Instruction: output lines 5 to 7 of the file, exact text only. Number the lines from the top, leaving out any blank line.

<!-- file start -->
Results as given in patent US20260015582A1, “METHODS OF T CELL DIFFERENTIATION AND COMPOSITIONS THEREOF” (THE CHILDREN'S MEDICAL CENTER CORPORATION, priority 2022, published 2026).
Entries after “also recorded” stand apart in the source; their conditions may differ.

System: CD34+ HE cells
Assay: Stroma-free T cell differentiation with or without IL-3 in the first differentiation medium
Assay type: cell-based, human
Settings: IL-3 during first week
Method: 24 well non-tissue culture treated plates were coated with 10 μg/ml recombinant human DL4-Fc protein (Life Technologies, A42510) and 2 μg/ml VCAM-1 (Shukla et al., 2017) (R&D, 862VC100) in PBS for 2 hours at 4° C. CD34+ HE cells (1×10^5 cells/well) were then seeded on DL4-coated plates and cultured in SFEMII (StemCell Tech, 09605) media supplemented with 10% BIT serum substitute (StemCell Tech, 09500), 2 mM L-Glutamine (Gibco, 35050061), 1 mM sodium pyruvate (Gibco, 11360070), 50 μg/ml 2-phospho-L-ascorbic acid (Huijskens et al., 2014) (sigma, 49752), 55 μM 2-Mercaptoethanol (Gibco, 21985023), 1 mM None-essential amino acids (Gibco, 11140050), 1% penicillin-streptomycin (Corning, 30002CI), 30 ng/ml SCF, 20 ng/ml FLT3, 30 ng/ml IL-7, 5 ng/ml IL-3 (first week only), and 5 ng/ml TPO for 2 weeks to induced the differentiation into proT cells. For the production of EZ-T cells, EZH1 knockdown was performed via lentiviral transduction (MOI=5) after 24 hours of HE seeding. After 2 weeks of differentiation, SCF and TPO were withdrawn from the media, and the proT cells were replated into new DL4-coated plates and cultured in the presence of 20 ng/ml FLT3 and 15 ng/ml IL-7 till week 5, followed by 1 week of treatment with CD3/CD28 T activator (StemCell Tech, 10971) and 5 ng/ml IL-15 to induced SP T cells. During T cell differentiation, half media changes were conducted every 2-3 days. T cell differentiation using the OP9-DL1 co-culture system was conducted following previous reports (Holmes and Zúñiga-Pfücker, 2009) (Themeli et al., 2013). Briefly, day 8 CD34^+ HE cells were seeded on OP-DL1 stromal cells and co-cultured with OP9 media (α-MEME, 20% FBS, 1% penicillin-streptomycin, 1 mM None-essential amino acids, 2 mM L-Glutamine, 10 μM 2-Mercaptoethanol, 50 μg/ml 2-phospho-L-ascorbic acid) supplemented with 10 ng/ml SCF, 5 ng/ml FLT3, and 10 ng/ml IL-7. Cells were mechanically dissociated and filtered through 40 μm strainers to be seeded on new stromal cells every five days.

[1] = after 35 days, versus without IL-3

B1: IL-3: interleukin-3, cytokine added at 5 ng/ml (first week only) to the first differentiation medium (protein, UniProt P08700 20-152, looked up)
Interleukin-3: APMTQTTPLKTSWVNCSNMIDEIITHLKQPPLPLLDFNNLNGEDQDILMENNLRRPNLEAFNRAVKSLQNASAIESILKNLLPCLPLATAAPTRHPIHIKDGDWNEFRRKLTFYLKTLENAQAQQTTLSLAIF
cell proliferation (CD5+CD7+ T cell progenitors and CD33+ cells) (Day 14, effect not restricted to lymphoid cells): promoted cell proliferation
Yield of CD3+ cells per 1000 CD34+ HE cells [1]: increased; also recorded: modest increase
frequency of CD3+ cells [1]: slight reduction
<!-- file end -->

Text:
Assay type: cell-based, human
Settings: IL-3 during first week
Method: 24 well non-tissue culture treated plates were coated with 10 μg/ml recombinant human DL4-Fc protein (Life Technologies, A42510) and 2 μg/ml VCAM-1 (Shukla et al., 2017) (R&D, 862VC100) in PBS for 2 hours at 4° C. CD34+ HE cells (1×10^5 cells/well) were then seeded on DL4-coated plates and cultured in SFEMII (StemCell Tech, 09605) media supplemented with 10% BIT serum substitute (StemCell Tech, 09500), 2 mM L-Glutamine (Gibco, 35050061), 1 mM sodium pyruvate (Gibco, 11360070), 50 μg/ml 2-phospho-L-ascorbic acid (Huijskens et al., 2014) (sigma, 49752), 55 μM 2-Mercaptoethanol (Gibco, 21985023), 1 mM None-essential amino acids (Gibco, 11140050), 1% penicillin-streptomycin (Corning, 30002CI), 30 ng/ml SCF, 20 ng/ml FLT3, 30 ng/ml IL-7, 5 ng/ml IL-3 (first week only), and 5 ng/ml TPO for 2 weeks to induced the differentiation into proT cells. For the production of EZ-T cells, EZH1 knockdown was performed via lentiviral transduction (MOI=5) after 24 hours of HE seeding. After 2 weeks of differentiation, SCF and TPO were withdrawn from the media, and the proT cells were replated into new DL4-coated plates and cultured in the presence of 20 ng/ml FLT3 and 15 ng/ml IL-7 till week 5, followed by 1 week of treatment with CD3/CD28 T activator (StemCell Tech, 10971) and 5 ng/ml IL-15 to induced SP T cells. During T cell differentiation, half media changes were conducted every 2-3 days. T cell differentiation using the OP9-DL1 co-culture system was conducted following previous reports (Holmes and Zúñiga-Pfücker, 2009) (Themeli et al., 2013). Briefly, day 8 CD34^+ HE cells were seeded on OP-DL1 stromal cells and co-cultured with OP9 media (α-MEME, 20% FBS, 1% penicillin-streptomycin, 1 mM None-essential amino acids, 2 mM L-Glutamine, 10 μM 2-Mercaptoethanol, 50 μg/ml 2-phospho-L-ascorbic acid) supplemented with 10 ng/ml SCF, 5 ng/ml FLT3, and 10 ng/ml IL-7. Cells were mechanically dissociated and filtered through 40 μm strainers to be seeded on new stromal cells every five days.